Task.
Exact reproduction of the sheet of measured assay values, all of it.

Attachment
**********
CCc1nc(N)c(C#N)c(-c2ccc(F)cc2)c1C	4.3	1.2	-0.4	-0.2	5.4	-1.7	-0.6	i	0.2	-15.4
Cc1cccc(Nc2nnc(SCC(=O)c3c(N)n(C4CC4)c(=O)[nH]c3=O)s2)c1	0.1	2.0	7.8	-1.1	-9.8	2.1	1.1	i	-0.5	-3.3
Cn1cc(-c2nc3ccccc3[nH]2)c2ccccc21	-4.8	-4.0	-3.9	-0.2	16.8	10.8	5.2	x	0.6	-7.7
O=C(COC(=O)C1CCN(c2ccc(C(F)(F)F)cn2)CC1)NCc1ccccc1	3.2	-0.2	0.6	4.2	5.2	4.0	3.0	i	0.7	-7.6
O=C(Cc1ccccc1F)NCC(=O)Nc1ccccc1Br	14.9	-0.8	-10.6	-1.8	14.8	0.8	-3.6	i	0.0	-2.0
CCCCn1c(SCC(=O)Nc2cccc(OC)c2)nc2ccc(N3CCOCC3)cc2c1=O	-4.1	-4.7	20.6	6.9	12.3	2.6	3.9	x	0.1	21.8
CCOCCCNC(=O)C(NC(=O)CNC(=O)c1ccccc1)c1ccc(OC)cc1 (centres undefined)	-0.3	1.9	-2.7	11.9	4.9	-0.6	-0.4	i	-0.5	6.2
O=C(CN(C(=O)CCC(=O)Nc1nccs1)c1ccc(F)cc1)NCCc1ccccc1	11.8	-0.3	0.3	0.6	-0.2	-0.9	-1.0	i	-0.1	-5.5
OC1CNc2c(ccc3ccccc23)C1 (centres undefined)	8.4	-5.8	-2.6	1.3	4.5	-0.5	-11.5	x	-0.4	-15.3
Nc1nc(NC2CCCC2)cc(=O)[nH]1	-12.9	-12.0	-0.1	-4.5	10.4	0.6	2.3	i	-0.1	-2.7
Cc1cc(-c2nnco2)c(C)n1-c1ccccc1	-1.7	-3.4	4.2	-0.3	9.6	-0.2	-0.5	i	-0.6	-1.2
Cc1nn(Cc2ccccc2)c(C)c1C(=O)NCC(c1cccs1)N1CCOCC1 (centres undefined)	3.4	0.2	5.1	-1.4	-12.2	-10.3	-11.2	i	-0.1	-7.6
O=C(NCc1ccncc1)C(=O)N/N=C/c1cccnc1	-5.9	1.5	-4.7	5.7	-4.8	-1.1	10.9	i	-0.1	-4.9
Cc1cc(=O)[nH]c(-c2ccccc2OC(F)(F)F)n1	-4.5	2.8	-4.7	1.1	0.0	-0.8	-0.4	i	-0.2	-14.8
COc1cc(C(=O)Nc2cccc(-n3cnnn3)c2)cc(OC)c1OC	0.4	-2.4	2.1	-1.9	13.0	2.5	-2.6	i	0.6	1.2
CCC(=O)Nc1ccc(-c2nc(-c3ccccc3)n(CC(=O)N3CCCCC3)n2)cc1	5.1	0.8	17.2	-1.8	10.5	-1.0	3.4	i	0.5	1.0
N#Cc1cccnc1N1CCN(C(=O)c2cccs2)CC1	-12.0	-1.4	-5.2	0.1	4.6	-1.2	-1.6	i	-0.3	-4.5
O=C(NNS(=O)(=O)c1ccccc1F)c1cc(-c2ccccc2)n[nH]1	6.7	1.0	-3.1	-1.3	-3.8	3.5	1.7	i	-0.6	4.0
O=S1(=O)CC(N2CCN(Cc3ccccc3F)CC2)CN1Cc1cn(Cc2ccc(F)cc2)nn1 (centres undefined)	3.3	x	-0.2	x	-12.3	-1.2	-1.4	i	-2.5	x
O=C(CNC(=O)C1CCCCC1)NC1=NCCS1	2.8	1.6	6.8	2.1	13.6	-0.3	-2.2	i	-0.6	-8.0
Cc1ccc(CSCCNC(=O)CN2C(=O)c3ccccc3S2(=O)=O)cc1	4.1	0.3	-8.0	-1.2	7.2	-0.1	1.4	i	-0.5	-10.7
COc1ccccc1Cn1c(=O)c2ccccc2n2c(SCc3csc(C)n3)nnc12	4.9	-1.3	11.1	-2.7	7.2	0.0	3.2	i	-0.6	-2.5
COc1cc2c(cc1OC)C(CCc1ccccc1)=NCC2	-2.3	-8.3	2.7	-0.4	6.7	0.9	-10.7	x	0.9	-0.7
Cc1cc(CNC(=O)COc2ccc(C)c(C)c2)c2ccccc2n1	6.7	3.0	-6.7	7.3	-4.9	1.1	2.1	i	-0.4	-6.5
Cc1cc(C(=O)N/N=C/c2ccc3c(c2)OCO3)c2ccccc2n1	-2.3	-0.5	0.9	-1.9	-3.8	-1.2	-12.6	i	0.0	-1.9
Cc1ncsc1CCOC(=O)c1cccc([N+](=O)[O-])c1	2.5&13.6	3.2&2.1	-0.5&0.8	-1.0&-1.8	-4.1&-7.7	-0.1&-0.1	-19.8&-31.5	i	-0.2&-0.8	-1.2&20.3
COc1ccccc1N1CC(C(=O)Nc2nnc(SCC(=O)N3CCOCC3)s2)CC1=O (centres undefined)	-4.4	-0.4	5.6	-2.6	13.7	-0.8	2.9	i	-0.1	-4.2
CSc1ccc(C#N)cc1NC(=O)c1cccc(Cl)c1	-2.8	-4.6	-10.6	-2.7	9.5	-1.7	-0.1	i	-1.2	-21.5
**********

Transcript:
CCc1nc(N)c(C#N)c(-c2ccc(F)cc2)c1C	4.3	1.2	-0.4	-0.2	5.4	-1.7	-0.6	i	0.2	-15.4
Cc1cccc(Nc2nnc(SCC(=O)c3c(N)n(C4CC4)c(=O)[nH]c3=O)s2)c1	0.1	2.0	7.8	-1.1	-9.8	2.1	1.1	i	-0.5	-3.3
Cn1cc(-c2nc3ccccc3[nH]2)c2ccccc21	-4.8	-4.0	-3.9	-0.2	16.8	10.8	5.2	x	0.6	-7.7
O=C(COC(=O)C1CCN(c2ccc(C(F)(F)F)cn2)CC1)NCc1ccccc1	3.2	-0.2	0.6	4.2	5.2	4.0	3.0	i	0.7	-7.6
O=C(Cc1ccccc1F)NCC(=O)Nc1ccccc1Br	14.9	-0.8	-10.6	-1.8	14.8	0.8	-3.6	i	0.0	-2.0
CCCCn1c(SCC(=O)Nc2cccc(OC)c2)nc2ccc(N3CCOCC3)cc2c1=O	-4.1	-4.7	20.6	6.9	12.3	2.6	3.9	x	0.1	21.8
CCOCCCNC(=O)C(NC(=O)CNC(=O)c1ccccc1)c1ccc(OC)cc1 (centres undefined)	-0.3	1.9	-2.7	11.9	4.9	-0.6	-0.4	i	-0.5	6.2
O=C(CN(C(=O)CCC(=O)Nc1nccs1)c1ccc(F)cc1)NCCc1ccccc1	11.8	-0.3	0.3	0.6	-0.2	-0.9	-1.0	i	-0.1	-5.5
OC1CNc2c(ccc3ccccc23)C1 (centres undefined)	8.4	-5.8	-2.6	1.3	4.5	-0.5	-11.5	x	-0.4	-15.3
Nc1nc(NC2CCCC2)cc(=O)[nH]1	-12.9	-12.0	-0.1	-4.5	10.4	0.6	2.3	i	-0.1	-2.7
Cc1cc(-c2nnco2)c(C)n1-c1ccccc1	-1.7	-3.4	4.2	-0.3	9.6	-0.2	-0.5	i	-0.6	-1.2
Cc1nn(Cc2ccccc2)c(C)c1C(=O)NCC(c1cccs1)N1CCOCC1 (centres undefined)	3.4	0.2	5.1	-1.4	-12.2	-10.3	-11.2	i	-0.1	-7.6
O=C(NCc1ccncc1)C(=O)N/N=C/c1cccnc1	-5.9	1.5	-4.7	5.7	-4.8	-1.1	10.9	i	-0.1	-4.9
Cc1cc(=O)[nH]c(-c2ccccc2OC(F)(F)F)n1	-4.5	2.8	-4.7	1.1	0.0	-0.8	-0.4	i	-0.2	-14.8
COc1cc(C(=O)Nc2cccc(-n3cnnn3)c2)cc(OC)c1OC	0.4	-2.4	2.1	-1.9	13.0	2.5	-2.6	i	0.6	1.2
CCC(=O)Nc1ccc(-c2nc(-c3ccccc3)n(CC(=O)N3CCCCC3)n2)cc1	5.1	0.8	17.2	-1.8	10.5	-1.0	3.4	i	0.5	1.0
N#Cc1cccnc1N1CCN(C(=O)c2cccs2)CC1	-12.0	-1.4	-5.2	0.1	4.6	-1.2	-1.6	i	-0.3	-4.5
O=C(NNS(=O)(=O)c1ccccc1F)c1cc(-c2ccccc2)n[nH]1	6.7	1.0	-3.1	-1.3	-3.8	3.5	1.7	i	-0.6	4.0
O=S1(=O)CC(N2CCN(Cc3ccccc3F)CC2)CN1Cc1cn(Cc2ccc(F)cc2)nn1 (centres undefined)	3.3	x	-0.2	x	-12.3	-1.2	-1.4	i	-2.5	x
O=C(CNC(=O)C1CCCCC1)NC1=NCCS1	2.8	1.6	6.8	2.1	13.6	-0.3	-2.2	i	-0.6	-8.0
Cc1ccc(CSCCNC(=O)CN2C(=O)c3ccccc3S2(=O)=O)cc1	4.1	0.3	-8.0	-1.2	7.2	-0.1	1.4	i	-0.5	-10.7
COc1ccccc1Cn1c(=O)c2ccccc2n2c(SCc3csc(C)n3)nnc12	4.9	-1.3	11.1	-2.7	7.2	0.0	3.2	i	-0.6	-2.5
COc1cc2c(cc1OC)C(CCc1ccccc1)=NCC2	-2.3	-8.3	2.7	-0.4	6.7	0.9	-10.7	x	0.9	-0.7
Cc1cc(CNC(=O)COc2ccc(C)c(C)c2)c2ccccc2n1	6.7	3.0	-6.7	7.3	-4.9	1.1	2.1	i	-0.4	-6.5
Cc1cc(C(=O)N/N=C/c2ccc3c(c2)OCO3)c2ccccc2n1	-2.3	-0.5	0.9	-1.9	-3.8	-1.2	-12.6	i	0.0	-1.9
Cc1ncsc1CCOC(=O)c1cccc([N+](=O)[O-])c1	2.5&13.6	3.2&2.1	-0.5&0.8	-1.0&-1.8	-4.1&-7.7	-0.1&-0.1	-19.8&-31.5	i	-0.2&-0.8	-1.2&20.3
COc1ccccc1N1CC(C(=O)Nc2nnc(SCC(=O)N3CCOCC3)s2)CC1=O (centres undefined)	-4.4	-0.4	5.6	-2.6	13.7	-0.8	2.9	i	-0.1	-4.2
CSc1ccc(C#N)cc1NC(=O)c1cccc(Cl)c1	-2.8	-4.6	-10.6	-2.7	9.5	-1.7	-0.1	i	-1.2	-21.5